Stocks opened pretty flat this morning, waiting for the flood of earnings announcements scheduled this week. Today, the Dow is flat and the SPX is up .2%. The financial sector jumped 1.3% in early trading in reaction to rising interest rates (see below). The communications services sector is up .6% on a pop in telecom stocks. On the other hand, utilities and REITs—which are sensitive to interest rates—are down .5% to .7% today. Commodities are trading mostly lower. Copper plunged more than 5%--a big move for one day. We’ve heard that Chinese authorities are pulling back on economic stimulus, believing they’ve succeeded in stabilizing their economy. WTI crude oil is flat at $63.30/barrel. Bonds are selling off, especially at the long end. The 10-year US Treasury yield backed up to 2.53%. But the big news on the interest rate front is a surprise steepening of the yield curve. You may recall I’ve flagged the flat yield curve as a potential problem for the market and economy. The difference between short-term and long-term interest rates has been very small, suggesting slowing economic growth. Specifically, the difference between the 2-year and 10-year Treasury yields has been in the range of just .10% to .20% for about five months now. But late last week the gap started to widen, breaking out of that range. This could be good news and it bears watching.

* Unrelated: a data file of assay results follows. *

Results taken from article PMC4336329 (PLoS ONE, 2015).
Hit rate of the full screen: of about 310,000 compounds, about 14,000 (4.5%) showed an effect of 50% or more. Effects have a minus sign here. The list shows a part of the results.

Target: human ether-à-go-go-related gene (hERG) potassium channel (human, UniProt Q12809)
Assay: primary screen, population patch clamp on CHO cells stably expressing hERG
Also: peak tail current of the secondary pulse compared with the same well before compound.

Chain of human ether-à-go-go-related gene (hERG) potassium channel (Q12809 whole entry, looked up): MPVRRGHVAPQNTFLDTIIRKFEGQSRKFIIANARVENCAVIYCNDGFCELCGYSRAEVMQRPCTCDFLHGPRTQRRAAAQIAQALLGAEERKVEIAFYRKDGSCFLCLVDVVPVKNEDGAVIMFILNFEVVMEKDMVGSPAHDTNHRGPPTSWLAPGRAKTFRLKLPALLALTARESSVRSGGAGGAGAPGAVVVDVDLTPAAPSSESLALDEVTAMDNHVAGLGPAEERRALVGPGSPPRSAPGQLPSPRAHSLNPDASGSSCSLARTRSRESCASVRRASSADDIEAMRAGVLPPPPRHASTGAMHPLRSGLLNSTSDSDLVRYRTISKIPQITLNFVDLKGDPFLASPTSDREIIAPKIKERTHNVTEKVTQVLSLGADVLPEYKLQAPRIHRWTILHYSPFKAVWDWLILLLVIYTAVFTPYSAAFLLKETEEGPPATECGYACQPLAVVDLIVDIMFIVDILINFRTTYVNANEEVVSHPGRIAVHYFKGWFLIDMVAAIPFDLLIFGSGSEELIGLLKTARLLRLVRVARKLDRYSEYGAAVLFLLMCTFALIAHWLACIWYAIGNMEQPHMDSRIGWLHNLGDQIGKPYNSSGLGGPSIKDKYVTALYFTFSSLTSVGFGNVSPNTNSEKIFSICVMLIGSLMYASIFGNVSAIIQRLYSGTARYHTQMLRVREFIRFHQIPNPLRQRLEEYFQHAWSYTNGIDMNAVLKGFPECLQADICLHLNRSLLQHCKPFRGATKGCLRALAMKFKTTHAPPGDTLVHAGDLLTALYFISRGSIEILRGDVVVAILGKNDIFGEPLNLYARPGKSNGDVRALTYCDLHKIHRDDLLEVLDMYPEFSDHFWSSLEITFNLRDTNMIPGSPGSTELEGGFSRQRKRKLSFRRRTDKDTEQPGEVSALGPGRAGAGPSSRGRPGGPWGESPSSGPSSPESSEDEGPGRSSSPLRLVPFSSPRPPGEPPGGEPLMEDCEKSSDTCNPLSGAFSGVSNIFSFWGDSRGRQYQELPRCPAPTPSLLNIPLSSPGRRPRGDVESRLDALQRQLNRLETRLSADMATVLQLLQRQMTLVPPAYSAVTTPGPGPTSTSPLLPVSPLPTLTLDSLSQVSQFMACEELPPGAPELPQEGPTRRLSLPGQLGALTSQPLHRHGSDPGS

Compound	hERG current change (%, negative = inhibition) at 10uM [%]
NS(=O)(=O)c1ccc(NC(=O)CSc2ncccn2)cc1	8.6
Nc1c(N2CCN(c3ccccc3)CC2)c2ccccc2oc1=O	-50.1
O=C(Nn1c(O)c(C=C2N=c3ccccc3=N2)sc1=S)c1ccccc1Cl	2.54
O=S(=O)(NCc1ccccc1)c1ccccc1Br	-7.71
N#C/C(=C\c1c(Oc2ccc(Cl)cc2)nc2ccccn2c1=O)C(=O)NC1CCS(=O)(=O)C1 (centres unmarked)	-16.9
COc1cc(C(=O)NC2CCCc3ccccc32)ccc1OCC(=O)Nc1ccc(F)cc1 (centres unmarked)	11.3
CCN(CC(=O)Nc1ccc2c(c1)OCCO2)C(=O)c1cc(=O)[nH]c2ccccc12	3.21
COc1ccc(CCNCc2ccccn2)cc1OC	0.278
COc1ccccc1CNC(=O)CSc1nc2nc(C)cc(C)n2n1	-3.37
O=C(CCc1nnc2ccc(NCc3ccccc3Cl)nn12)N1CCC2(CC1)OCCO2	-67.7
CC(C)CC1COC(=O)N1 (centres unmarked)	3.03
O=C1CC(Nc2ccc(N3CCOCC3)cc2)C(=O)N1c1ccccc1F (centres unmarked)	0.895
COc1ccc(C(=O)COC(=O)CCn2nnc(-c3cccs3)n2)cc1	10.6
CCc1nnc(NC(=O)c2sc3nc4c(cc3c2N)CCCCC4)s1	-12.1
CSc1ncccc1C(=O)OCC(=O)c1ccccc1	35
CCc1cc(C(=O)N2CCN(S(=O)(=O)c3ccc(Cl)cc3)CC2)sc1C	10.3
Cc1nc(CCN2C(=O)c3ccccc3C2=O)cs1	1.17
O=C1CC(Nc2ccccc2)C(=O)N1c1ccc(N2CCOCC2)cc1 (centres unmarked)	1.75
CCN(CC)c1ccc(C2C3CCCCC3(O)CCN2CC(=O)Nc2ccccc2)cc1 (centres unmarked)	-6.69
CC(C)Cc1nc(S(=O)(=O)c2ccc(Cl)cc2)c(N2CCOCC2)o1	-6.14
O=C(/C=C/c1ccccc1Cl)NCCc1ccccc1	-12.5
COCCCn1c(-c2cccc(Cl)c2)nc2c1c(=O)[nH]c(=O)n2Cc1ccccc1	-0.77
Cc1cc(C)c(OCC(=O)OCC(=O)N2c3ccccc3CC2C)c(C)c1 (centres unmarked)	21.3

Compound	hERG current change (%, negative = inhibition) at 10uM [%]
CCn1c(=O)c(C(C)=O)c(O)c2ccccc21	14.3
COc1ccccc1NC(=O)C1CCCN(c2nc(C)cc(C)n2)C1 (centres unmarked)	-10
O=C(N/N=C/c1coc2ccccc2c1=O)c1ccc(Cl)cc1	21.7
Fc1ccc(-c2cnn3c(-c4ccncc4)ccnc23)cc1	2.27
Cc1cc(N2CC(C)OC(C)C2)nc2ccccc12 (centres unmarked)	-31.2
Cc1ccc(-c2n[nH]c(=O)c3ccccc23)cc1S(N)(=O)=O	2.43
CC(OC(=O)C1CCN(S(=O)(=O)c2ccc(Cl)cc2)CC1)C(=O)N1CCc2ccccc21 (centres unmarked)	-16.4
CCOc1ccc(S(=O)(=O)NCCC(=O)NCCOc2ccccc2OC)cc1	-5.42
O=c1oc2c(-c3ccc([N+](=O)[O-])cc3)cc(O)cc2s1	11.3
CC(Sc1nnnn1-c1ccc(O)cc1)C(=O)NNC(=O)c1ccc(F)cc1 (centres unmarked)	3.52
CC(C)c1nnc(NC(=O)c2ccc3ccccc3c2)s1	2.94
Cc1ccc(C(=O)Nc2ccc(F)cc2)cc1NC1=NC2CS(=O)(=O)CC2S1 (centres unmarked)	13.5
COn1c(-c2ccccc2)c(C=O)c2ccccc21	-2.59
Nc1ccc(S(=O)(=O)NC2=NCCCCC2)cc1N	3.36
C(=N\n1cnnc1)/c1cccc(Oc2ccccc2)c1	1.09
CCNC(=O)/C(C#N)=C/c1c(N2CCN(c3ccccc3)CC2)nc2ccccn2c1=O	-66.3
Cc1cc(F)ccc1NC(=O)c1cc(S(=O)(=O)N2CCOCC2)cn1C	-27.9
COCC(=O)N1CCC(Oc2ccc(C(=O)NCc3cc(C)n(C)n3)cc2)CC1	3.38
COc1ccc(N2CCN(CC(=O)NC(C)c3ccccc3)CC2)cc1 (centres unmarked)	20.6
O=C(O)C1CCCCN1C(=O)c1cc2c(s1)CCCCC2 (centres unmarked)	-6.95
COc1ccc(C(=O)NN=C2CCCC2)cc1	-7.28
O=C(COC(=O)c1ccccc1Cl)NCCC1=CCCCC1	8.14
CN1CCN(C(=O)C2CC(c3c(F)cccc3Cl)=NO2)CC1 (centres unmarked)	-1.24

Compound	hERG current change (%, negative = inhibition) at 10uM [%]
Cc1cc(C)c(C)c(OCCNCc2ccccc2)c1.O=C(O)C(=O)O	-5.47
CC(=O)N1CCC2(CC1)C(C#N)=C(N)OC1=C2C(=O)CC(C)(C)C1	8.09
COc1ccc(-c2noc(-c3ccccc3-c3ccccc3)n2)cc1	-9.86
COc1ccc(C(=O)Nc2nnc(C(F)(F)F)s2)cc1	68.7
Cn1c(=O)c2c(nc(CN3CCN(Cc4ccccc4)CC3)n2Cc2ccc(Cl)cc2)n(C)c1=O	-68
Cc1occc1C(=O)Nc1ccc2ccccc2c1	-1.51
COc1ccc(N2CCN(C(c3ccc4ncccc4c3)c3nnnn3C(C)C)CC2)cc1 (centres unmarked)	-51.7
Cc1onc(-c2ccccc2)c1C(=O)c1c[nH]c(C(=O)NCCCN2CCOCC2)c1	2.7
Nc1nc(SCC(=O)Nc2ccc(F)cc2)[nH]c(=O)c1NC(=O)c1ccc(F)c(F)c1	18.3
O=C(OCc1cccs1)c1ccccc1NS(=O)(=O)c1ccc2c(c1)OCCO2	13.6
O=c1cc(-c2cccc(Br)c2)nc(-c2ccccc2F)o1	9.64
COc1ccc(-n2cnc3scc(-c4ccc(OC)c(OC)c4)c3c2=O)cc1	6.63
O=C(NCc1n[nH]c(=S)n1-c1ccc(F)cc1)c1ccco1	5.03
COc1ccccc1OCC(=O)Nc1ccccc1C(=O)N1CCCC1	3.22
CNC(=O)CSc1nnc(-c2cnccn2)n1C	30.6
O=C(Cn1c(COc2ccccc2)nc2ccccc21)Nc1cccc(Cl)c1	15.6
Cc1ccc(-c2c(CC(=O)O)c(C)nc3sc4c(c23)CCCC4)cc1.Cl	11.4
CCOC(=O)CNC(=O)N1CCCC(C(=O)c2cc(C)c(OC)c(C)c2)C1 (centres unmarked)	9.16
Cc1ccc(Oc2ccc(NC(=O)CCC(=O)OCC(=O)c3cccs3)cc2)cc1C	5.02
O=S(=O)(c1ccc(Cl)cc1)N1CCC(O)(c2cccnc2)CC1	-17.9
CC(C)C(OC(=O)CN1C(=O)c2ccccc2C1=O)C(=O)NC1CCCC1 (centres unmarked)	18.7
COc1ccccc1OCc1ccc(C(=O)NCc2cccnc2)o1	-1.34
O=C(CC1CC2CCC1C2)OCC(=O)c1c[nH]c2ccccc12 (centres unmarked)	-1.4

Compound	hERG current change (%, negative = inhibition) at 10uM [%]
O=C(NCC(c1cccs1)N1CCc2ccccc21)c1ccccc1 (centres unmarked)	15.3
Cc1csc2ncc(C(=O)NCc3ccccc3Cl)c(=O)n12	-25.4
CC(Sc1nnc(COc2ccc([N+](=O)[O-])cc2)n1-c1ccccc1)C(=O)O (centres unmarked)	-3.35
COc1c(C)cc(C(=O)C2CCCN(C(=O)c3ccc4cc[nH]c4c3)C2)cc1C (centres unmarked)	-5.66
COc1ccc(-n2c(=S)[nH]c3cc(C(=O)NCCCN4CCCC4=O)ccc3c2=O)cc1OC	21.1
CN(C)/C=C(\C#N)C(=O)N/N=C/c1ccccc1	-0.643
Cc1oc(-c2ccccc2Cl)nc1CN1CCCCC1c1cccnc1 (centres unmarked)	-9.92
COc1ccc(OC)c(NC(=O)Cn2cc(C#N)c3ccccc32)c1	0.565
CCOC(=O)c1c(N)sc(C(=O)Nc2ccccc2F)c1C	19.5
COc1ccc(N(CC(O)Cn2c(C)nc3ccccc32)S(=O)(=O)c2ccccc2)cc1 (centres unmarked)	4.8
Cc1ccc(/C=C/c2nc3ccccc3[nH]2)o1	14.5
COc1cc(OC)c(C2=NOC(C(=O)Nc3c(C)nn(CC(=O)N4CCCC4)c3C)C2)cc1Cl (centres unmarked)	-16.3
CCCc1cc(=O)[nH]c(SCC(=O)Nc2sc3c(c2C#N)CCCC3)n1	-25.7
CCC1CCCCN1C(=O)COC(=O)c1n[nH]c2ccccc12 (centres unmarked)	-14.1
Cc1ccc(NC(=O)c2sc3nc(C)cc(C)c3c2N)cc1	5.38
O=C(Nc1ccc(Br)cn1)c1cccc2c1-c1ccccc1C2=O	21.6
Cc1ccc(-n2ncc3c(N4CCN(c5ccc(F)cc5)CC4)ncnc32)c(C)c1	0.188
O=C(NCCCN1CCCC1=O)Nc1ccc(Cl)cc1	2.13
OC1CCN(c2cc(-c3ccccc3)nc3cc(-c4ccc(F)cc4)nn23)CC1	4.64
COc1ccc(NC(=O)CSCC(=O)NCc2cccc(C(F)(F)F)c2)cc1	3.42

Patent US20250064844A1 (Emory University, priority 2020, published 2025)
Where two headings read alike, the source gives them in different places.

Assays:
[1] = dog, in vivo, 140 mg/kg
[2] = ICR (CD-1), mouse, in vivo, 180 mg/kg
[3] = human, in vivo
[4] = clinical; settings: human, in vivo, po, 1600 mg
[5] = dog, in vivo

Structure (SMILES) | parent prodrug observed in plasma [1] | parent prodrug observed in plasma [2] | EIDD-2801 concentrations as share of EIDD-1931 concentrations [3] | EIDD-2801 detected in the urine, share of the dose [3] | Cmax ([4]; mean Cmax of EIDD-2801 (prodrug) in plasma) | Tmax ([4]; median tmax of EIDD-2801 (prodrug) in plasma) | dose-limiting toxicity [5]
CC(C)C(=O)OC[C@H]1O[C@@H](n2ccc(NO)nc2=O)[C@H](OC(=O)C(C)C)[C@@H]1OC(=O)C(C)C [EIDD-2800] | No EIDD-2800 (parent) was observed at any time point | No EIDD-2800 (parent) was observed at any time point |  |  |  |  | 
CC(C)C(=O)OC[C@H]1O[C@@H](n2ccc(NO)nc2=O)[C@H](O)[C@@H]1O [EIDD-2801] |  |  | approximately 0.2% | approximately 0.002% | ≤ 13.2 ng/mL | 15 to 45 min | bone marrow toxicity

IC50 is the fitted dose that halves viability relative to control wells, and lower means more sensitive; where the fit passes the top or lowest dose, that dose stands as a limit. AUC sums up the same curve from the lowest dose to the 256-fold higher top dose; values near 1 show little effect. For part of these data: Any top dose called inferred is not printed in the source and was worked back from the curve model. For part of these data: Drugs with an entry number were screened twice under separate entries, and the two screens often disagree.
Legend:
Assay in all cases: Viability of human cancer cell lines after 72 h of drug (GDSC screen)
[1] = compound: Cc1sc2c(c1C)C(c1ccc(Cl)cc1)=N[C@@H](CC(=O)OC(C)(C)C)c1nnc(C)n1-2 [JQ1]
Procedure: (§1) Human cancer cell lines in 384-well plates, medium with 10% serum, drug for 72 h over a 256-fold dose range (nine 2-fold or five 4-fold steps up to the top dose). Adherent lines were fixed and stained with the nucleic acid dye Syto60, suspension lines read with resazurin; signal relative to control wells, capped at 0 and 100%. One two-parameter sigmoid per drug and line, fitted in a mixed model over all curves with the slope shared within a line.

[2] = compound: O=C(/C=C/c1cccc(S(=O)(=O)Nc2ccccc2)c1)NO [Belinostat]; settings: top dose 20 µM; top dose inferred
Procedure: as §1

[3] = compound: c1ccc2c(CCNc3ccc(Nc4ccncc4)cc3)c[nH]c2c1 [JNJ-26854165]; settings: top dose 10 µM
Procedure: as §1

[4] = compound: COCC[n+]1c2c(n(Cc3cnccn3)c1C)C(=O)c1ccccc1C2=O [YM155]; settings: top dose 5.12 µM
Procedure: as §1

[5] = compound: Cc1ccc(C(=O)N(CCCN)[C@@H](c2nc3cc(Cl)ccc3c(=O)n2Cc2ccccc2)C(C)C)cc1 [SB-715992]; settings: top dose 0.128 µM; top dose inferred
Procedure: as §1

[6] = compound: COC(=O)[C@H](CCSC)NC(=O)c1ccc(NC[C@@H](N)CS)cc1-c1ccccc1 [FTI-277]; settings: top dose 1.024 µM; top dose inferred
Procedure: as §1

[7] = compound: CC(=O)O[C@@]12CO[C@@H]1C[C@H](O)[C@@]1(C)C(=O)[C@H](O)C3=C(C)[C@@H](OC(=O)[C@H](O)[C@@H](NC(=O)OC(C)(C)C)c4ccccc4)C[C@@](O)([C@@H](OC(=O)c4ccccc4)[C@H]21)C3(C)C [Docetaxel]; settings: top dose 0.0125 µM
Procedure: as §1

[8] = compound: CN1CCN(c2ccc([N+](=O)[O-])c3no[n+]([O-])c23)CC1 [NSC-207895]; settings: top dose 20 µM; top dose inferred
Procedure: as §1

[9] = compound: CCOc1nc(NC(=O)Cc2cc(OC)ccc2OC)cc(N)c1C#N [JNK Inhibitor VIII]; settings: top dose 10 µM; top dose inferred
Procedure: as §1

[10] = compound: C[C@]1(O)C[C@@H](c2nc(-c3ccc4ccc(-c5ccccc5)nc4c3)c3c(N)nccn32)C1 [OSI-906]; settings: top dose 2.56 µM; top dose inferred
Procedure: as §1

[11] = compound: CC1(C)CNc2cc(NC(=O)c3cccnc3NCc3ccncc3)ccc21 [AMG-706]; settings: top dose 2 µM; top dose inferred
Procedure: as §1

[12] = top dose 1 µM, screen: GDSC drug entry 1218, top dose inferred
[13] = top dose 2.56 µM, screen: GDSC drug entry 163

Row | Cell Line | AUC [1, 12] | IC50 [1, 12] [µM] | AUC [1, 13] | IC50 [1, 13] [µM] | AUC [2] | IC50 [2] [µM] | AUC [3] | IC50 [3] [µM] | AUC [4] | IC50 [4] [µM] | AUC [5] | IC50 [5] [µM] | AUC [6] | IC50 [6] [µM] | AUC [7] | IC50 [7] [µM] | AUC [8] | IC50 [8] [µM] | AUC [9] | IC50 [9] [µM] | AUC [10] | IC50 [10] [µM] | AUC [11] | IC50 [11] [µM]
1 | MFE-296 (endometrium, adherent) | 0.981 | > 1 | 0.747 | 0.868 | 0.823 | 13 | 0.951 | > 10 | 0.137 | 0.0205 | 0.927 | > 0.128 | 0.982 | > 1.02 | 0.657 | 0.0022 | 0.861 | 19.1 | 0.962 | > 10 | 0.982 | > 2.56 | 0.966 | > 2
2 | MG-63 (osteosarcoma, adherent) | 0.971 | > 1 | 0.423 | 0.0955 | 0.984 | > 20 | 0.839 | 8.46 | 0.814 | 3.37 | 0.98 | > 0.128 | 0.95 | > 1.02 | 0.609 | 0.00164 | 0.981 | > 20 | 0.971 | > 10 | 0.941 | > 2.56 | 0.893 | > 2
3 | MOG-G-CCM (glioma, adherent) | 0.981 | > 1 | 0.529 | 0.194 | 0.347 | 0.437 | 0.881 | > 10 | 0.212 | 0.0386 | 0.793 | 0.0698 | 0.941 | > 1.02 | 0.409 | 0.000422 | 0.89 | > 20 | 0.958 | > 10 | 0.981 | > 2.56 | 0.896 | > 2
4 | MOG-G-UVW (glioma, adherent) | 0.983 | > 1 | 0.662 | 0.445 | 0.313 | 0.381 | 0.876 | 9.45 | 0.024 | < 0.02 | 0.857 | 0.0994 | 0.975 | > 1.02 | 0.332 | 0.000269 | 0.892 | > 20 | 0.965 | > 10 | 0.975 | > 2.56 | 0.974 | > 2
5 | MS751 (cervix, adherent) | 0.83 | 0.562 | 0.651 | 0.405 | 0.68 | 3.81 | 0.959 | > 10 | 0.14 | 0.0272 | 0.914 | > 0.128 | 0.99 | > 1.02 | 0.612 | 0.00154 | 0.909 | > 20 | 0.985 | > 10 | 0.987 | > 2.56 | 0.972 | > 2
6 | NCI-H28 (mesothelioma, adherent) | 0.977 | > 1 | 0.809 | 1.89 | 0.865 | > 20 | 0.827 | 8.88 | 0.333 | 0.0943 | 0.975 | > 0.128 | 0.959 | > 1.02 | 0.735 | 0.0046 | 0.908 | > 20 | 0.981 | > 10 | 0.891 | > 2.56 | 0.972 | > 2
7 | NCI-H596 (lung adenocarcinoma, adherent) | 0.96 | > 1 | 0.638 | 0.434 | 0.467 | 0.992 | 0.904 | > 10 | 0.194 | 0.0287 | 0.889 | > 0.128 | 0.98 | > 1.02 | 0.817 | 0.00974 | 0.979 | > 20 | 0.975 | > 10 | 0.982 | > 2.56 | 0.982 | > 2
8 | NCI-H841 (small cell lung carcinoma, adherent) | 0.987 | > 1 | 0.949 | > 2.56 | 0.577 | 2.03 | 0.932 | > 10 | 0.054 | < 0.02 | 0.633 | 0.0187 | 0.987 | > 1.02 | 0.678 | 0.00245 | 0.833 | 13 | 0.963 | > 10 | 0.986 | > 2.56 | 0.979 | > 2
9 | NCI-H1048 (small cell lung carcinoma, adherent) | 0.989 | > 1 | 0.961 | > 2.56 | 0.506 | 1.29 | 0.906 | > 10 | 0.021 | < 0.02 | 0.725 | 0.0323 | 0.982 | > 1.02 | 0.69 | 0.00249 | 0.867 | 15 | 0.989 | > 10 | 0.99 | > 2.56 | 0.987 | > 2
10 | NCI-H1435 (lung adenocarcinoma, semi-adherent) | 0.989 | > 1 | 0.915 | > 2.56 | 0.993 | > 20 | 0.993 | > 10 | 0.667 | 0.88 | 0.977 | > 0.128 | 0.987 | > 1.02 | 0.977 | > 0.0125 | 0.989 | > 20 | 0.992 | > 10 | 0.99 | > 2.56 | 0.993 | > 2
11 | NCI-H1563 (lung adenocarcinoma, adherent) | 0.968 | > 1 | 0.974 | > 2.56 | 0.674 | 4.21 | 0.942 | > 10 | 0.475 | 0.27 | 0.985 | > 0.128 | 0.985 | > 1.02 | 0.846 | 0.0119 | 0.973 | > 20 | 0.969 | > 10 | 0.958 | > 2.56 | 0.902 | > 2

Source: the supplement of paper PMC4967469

*The foregoing content reflects the author's personal opinions which may not coincide with the opinions of the firm, and are subject to change at any time without notice. Content provided herein is for informational purposes only and should not be used or construed as investment advice or a recommendation regarding the purchase or sale of any security. There is no guarantee that these statements, opinions, or forecasts provided herein will prove to be correct. Past performance is not a guarantee of future results. Indices are not available for direct investment. Any investor who attempts to mimic the performance of an index would incur fees and expenses which would reduce returns. All investing involves risk. Asset allocation and diversification does not ensure a profit or protect against a loss. Finally, please understand that–as with other social media–if you leave a comment, it will be made public.